The Stag and the Oxen

The Fables of Phædrus
A Stag, aroused from his woodland lair, to avoid impending death threatened by huntsmen, repaired with blind fear to the nearest farm-house, and hid himself in an ox-stall close at hand. Upon this, an Ox said to him, as he concealed himself: “Why, what do you mean, unhappy one, in thus rushing of your own accord upon destruction, and trusting your life to the abode of man?” To this he suppliantly replied: “Do you only spare me; the moment an opportunity is given I will again rush forth.” Night in her turn takes the place of day; the Neat-herd brings fodder, but yet sees him not. All the farm servants pass and repass every now and then; no one perceives him; even the Steward passes by, nor does he observe anything. Upon this, the stag, in his joy, began to return thanks to the Oxen who had kept so still, because they had afforded him hospitality in the hour of adversity. One of them made answer: “We really do wish you well; but if he, who has a hundred eyes, should come, your life will be placed in great peril.” In the meanwhile the Master himself comes back from dinner; and having lately seen the Oxen in bad condition, comes up to the rack: “Why,” says he, “is there so little fodder? Is litter scarce? What great trouble is it to remove those spiders’ webs?” While he is prying into every corner, he perceives too the branching horns of the Stag, and having summoned the household, he orders him to be killed, and carries off the prize.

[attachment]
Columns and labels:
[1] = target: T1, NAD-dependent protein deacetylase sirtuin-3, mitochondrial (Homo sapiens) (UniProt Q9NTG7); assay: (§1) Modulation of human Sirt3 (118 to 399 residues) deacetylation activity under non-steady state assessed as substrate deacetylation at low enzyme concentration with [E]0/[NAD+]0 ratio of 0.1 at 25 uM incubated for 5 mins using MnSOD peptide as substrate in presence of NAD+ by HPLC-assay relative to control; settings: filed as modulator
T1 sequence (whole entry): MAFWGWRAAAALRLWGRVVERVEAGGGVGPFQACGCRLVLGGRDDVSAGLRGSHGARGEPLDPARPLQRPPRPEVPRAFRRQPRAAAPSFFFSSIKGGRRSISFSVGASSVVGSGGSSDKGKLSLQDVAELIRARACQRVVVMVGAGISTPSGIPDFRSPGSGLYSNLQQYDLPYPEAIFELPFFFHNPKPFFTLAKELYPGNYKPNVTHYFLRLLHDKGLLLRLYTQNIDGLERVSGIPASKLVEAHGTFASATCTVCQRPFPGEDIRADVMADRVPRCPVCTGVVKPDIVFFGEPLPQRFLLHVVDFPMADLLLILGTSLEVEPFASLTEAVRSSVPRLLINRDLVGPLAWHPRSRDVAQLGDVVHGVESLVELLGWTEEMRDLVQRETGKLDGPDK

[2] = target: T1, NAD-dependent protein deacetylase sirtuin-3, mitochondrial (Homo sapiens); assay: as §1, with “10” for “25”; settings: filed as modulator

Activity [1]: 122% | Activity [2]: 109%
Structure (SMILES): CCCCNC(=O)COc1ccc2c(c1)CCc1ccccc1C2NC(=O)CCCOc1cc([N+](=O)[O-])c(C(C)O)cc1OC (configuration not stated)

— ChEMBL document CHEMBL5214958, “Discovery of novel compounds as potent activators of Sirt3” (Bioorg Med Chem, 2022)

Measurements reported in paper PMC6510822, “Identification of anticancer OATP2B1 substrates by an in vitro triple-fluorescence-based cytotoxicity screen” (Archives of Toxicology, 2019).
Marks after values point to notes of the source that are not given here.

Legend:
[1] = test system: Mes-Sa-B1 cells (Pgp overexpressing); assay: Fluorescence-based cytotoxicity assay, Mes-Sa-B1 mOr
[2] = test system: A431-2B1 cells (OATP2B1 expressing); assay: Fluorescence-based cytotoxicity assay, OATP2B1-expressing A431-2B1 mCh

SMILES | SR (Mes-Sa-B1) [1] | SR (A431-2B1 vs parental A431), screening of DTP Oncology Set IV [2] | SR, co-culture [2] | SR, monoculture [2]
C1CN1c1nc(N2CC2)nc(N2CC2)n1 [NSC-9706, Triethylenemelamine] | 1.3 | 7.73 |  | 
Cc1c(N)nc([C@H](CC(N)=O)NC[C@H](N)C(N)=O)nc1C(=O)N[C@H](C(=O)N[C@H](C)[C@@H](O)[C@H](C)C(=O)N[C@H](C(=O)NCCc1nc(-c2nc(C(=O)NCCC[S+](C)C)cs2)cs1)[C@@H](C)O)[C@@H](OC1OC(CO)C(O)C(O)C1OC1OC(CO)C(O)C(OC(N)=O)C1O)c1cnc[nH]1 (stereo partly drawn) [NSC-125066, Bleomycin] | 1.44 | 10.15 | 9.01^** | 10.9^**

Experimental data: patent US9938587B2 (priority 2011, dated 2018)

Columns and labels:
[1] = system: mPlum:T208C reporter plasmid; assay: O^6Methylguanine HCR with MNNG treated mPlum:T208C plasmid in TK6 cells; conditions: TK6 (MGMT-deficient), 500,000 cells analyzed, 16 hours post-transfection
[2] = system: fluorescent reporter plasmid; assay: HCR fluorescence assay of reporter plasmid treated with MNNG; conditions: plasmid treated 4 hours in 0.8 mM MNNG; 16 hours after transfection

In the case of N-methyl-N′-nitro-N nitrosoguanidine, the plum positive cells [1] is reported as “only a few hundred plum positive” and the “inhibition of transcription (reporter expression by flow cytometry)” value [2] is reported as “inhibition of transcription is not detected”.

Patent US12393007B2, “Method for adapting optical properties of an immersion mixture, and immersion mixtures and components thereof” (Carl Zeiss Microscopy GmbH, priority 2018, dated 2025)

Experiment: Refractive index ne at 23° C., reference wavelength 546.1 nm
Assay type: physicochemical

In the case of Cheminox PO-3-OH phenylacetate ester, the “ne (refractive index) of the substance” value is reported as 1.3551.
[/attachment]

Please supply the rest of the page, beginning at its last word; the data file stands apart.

This Fable signifies that the master sees better than any one else in his own affairs.

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